This project is great for motor skill development and it inspires creativity by having them use non traditional artistic tools. I hope your family enjoys it.
Spicy Pumpkin Soup & Cheesy Veggie Muffins
I ran into some readers at Graul's today. It's so nice to see friendly, familiar faces. Someone peered into our basket and asked, "What's for dinner?" Well, here you go reader. The little man acted as my sous chef today. Since my husband was working late, we went vegetarian and had Spicy Pumpkin Soup and Cheesy Vegetable Muffins. The boys in the house love their meat and potatoes but this momma likes to give the digestive system a break occasionally. Both are recipes I found on the internet years ago. I've made adjustments to suit our tastes.
Spicy Pumpkin Soup (Simply Recipes) - Serves 4-6
2 Tbsp. butter
1 large onion, chopped
1 tsp minced garlic
1/8 tsp crushed red pepper (or less if you prefer)
1 tsp curry powder
1/4 tsp ground coriander
Pinch of cayenne (optional)
1 and 1/2 cans (15 oz size) of pureed pumpkin
2 1/2 cups chicken broth or vegetable broth
1 cup milk
1/4 cup brown sugar
heavy cream (optional)
Melt the butter in a large saucepan over medium/high heat. Add onions and garlic and cook until softened (around 5 minutes or more). Add the dry spices and cook for at least one more minute. Doesn't it smell great?!
Add the pumpkin puree and chicken broth. Mix well. Bring to a boil and then reduce heat and simmer covered for 10 to 15 minutes.
Transfer the soup to your food processor in batches. Blend until smooth then return the soup to your original pot. On low heat add the brown sugar then slowly incorporate the milk. If you still find the soup to be too spicy or for a thinner soup, you can add 1/4 cup of heavy cream. I never add it when we make this recipe because I feel like the blending makes the soup creamy enough, but follow your taste buds. You can sprinkle some shredded cheese, toasted pumpkin seeds, or croutons on top for a nice presentation.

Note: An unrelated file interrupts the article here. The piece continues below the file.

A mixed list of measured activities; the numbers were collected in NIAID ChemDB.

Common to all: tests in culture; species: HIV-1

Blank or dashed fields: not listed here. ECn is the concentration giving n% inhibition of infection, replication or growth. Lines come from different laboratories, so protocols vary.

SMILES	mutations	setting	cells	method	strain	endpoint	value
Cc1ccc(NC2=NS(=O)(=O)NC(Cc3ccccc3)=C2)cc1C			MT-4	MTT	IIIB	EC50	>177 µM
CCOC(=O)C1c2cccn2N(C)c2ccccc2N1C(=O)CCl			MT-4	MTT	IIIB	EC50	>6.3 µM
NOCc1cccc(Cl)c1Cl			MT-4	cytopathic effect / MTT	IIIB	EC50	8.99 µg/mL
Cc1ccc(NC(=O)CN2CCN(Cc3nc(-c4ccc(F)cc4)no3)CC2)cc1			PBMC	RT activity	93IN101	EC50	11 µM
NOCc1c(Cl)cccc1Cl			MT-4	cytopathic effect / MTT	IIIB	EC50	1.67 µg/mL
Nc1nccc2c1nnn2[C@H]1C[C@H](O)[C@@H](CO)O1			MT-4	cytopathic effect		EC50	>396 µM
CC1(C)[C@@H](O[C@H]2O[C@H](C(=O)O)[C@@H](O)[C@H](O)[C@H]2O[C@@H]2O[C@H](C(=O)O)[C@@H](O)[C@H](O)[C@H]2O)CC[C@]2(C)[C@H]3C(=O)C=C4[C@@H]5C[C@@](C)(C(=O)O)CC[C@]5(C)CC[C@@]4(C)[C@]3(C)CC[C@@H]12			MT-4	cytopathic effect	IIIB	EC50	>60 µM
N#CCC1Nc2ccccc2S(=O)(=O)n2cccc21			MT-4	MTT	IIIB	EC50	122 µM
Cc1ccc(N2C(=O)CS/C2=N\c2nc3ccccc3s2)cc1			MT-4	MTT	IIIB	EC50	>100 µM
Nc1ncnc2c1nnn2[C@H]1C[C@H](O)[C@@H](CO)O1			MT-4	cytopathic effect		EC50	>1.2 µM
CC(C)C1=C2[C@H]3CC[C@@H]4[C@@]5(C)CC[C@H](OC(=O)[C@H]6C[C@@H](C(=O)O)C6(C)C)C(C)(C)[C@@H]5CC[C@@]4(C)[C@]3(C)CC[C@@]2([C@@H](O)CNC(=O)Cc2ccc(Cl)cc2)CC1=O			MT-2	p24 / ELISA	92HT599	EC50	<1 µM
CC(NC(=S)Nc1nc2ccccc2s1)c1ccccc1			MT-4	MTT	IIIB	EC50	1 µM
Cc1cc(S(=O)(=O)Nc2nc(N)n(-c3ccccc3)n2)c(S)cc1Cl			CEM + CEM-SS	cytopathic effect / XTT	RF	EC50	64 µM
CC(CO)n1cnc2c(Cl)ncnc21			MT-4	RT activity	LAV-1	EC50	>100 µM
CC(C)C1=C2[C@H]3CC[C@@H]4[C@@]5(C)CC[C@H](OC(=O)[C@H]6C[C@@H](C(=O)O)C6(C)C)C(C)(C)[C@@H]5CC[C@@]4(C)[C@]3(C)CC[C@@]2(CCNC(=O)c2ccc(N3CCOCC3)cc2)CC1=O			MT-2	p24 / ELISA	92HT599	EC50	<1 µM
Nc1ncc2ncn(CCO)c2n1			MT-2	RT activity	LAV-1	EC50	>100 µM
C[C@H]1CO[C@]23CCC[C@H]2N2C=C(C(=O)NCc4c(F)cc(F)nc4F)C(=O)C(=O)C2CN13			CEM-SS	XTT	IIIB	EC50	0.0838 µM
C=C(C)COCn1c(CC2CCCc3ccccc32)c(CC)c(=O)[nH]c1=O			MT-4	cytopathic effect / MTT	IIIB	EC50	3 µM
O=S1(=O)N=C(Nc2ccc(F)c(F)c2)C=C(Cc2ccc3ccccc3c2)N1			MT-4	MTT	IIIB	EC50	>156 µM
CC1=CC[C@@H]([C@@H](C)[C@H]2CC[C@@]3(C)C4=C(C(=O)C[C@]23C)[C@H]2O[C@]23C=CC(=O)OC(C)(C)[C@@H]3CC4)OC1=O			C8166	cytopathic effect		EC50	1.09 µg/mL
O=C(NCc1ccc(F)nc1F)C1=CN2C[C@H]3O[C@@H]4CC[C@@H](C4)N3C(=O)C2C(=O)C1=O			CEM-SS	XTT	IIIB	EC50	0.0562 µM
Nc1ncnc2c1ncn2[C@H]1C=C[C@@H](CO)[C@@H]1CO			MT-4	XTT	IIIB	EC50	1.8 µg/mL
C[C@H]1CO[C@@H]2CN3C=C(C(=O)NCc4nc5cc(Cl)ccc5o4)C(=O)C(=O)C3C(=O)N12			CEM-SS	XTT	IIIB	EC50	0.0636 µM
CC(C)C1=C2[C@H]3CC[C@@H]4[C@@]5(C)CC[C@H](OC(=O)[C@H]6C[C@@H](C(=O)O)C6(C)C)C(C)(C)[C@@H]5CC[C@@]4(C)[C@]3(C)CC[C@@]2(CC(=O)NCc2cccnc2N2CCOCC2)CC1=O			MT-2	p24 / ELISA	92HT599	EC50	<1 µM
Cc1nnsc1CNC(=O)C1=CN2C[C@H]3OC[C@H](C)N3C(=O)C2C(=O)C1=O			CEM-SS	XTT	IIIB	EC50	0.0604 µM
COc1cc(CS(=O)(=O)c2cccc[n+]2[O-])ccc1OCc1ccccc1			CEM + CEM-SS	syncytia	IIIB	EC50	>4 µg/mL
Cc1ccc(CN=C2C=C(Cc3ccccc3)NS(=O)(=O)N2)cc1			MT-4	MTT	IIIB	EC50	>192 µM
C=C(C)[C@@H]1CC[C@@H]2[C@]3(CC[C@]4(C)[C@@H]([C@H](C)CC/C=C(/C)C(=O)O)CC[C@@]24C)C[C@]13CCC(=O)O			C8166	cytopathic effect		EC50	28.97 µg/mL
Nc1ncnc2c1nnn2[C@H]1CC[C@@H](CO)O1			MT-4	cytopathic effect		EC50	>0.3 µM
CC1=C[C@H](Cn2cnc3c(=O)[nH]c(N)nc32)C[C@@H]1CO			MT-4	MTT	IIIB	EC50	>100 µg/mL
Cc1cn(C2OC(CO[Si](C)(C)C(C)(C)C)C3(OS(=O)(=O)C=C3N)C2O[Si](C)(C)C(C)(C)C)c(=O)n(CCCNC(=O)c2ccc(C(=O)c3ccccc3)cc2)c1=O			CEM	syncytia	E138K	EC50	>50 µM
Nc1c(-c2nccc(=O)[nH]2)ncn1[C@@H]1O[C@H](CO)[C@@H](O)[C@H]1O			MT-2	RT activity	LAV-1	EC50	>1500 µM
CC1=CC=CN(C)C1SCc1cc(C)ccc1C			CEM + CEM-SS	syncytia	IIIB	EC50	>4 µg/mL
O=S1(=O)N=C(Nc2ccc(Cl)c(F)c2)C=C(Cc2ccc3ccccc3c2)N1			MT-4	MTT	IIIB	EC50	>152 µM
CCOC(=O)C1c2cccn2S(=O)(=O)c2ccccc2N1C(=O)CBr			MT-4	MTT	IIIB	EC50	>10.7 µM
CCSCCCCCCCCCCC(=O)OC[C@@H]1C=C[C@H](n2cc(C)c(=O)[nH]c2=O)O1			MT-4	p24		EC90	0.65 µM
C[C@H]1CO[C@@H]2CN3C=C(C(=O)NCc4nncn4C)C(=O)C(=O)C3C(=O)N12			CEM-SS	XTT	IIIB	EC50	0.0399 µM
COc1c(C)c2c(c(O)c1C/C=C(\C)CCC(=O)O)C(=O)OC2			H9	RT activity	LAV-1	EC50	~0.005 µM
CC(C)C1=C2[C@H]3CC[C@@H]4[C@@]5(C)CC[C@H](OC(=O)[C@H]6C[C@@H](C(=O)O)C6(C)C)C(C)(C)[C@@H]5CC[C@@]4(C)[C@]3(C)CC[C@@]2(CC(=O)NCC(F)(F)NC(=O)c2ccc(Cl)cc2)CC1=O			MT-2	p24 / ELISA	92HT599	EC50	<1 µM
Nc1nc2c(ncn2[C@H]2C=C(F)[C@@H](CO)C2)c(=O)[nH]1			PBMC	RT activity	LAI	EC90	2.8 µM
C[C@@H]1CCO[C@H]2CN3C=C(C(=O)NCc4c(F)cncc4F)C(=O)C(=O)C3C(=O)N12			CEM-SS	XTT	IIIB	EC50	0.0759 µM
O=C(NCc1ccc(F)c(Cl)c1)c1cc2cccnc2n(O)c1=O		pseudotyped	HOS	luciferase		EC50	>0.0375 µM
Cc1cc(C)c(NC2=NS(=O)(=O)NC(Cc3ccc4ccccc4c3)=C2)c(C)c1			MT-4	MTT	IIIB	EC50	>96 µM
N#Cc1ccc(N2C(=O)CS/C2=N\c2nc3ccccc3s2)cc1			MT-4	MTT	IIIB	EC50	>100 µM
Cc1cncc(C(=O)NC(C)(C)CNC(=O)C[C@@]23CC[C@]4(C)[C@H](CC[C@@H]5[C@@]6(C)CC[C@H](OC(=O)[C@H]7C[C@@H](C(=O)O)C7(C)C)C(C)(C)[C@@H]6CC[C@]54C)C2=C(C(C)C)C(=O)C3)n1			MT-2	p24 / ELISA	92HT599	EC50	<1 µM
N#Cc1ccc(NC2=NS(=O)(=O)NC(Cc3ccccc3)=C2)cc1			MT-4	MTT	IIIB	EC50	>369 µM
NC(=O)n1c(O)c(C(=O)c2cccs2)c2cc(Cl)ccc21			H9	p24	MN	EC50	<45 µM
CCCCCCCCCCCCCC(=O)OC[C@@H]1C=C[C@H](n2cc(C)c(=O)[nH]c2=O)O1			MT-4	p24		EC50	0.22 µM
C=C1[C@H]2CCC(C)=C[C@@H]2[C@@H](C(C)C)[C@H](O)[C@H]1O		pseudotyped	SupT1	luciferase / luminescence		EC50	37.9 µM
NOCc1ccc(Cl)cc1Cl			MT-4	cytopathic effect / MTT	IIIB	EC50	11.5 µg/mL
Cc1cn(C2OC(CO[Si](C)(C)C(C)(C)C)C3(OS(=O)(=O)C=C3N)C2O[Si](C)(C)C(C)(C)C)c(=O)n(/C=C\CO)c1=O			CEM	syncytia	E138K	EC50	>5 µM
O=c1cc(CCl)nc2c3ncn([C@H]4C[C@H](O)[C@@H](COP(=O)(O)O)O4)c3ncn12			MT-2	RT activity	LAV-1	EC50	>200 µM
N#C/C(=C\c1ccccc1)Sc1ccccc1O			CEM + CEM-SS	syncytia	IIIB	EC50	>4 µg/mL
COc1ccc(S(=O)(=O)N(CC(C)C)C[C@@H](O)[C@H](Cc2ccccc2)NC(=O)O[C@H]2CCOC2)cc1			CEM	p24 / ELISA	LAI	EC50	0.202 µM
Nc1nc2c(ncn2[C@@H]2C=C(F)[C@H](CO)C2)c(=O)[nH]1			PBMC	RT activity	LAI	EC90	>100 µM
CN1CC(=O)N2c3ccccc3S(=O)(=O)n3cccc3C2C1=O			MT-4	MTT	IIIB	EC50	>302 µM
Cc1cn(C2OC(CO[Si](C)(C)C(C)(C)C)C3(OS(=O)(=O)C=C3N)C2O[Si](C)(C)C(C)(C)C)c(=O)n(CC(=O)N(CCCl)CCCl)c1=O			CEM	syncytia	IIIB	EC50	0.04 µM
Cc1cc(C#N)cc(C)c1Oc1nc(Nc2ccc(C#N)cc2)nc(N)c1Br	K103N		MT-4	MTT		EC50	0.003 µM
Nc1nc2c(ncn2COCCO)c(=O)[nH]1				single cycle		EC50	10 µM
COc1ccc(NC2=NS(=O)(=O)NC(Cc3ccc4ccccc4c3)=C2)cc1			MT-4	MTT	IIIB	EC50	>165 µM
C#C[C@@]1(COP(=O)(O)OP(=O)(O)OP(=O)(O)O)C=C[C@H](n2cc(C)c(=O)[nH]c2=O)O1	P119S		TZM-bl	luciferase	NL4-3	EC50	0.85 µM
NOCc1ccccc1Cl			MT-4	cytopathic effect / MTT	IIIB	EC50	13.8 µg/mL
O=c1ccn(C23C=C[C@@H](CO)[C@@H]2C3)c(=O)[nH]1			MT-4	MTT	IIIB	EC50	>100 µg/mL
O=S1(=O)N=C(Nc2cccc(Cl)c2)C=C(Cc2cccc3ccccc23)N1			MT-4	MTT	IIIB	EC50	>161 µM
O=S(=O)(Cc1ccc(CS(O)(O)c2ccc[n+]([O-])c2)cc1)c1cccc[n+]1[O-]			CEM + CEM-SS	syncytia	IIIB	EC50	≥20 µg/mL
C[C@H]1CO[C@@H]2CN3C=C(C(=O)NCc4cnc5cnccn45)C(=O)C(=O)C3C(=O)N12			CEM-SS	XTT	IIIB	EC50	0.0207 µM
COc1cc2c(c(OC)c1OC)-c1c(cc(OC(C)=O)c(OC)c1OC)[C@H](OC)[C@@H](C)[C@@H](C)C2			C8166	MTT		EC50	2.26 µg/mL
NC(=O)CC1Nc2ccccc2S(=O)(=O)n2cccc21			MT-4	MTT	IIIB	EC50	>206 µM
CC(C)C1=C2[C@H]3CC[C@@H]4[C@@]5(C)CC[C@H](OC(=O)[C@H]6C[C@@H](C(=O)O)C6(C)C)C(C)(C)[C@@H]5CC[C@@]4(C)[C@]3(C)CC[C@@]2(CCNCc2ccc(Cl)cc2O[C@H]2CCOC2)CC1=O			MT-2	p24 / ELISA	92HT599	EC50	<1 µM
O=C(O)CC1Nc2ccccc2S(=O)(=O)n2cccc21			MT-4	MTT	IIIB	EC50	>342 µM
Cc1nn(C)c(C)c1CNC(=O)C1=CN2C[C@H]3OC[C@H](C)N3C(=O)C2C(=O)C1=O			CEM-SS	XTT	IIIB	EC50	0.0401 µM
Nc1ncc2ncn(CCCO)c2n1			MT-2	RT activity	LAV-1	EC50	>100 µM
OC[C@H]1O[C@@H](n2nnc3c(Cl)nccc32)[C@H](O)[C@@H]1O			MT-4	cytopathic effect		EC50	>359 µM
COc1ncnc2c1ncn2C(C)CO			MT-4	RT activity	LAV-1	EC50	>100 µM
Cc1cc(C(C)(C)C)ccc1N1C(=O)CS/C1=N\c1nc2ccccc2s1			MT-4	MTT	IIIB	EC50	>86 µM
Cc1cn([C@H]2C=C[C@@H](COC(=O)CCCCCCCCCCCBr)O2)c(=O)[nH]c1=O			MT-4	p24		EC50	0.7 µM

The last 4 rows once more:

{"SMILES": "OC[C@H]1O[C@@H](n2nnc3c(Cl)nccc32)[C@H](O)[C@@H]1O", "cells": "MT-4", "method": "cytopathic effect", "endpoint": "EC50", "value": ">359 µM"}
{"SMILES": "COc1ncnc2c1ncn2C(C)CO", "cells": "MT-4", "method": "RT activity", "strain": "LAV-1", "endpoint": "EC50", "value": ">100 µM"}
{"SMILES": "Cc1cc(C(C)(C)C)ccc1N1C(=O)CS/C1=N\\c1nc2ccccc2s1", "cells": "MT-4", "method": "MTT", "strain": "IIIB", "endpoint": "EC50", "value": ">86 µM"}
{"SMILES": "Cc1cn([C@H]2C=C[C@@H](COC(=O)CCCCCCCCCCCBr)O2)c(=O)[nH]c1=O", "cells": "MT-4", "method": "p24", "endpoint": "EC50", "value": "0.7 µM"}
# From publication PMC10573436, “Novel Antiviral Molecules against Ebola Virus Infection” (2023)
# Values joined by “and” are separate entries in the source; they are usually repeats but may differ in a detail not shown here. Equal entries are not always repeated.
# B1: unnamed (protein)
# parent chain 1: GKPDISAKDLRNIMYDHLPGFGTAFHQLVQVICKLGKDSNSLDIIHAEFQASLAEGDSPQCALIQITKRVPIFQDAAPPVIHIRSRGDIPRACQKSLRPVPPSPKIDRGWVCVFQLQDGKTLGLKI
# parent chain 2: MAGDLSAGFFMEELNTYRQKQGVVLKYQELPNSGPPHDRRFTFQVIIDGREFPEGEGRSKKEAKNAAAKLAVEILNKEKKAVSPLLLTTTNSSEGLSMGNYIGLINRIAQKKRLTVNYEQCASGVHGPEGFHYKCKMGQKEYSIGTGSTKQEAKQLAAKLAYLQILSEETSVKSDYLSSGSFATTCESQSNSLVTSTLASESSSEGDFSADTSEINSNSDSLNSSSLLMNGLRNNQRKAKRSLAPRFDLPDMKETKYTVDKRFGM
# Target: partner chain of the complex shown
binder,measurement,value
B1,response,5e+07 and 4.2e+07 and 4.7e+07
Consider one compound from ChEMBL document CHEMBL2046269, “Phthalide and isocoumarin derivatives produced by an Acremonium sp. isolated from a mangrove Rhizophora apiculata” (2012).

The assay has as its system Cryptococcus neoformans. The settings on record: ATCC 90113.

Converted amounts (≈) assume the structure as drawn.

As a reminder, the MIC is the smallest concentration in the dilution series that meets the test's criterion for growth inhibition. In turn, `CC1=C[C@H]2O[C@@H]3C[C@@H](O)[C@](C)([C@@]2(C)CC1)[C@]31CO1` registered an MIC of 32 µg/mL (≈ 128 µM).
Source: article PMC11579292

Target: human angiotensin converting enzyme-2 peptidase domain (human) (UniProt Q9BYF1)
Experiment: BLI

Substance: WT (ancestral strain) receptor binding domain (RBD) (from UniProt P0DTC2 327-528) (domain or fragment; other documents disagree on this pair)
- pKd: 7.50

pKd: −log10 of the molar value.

Cheesy Veggie Muffins (Best Recipes) - Makes 1 dozen
2 cups mixed vegetables, grated (I used carrots & zucchini)
1 1/2 cup plain flour
3 tsp baking powder
1 cup cheese grated (I used 2%)
2 egg lightly beaten
1/3 cup olive oil
1/2 cup milk
Preheat oven to 350 degrees.
Grease a 12 hole muffin pan (or use liners)
Squeeze out excess moisture from vegetables using paper towels
Mix vegetables and ¾ cup of cheese with the flour and baking powder.
Whisk together the eggs, oil and milk and add to the flour mixture.
Stir until just combined.
6 Spoon the mixture evenly into the muffin holes and sprinkle with remaining cheese.
Bake for 25 minutes.
Please note: You can change up the veggies depending on what your family likes. The most important step is to make sure you remove the moisture from the vegetables by wringing them out with paper towels. If there's too much moisture your muffins will come out gummy, and well, that's not very tasty. This recipe is a great way to get your family to eat their veggies. Bon appétit!
Lacy Oatmeal Cookies
Lacy Oatmeal Cookies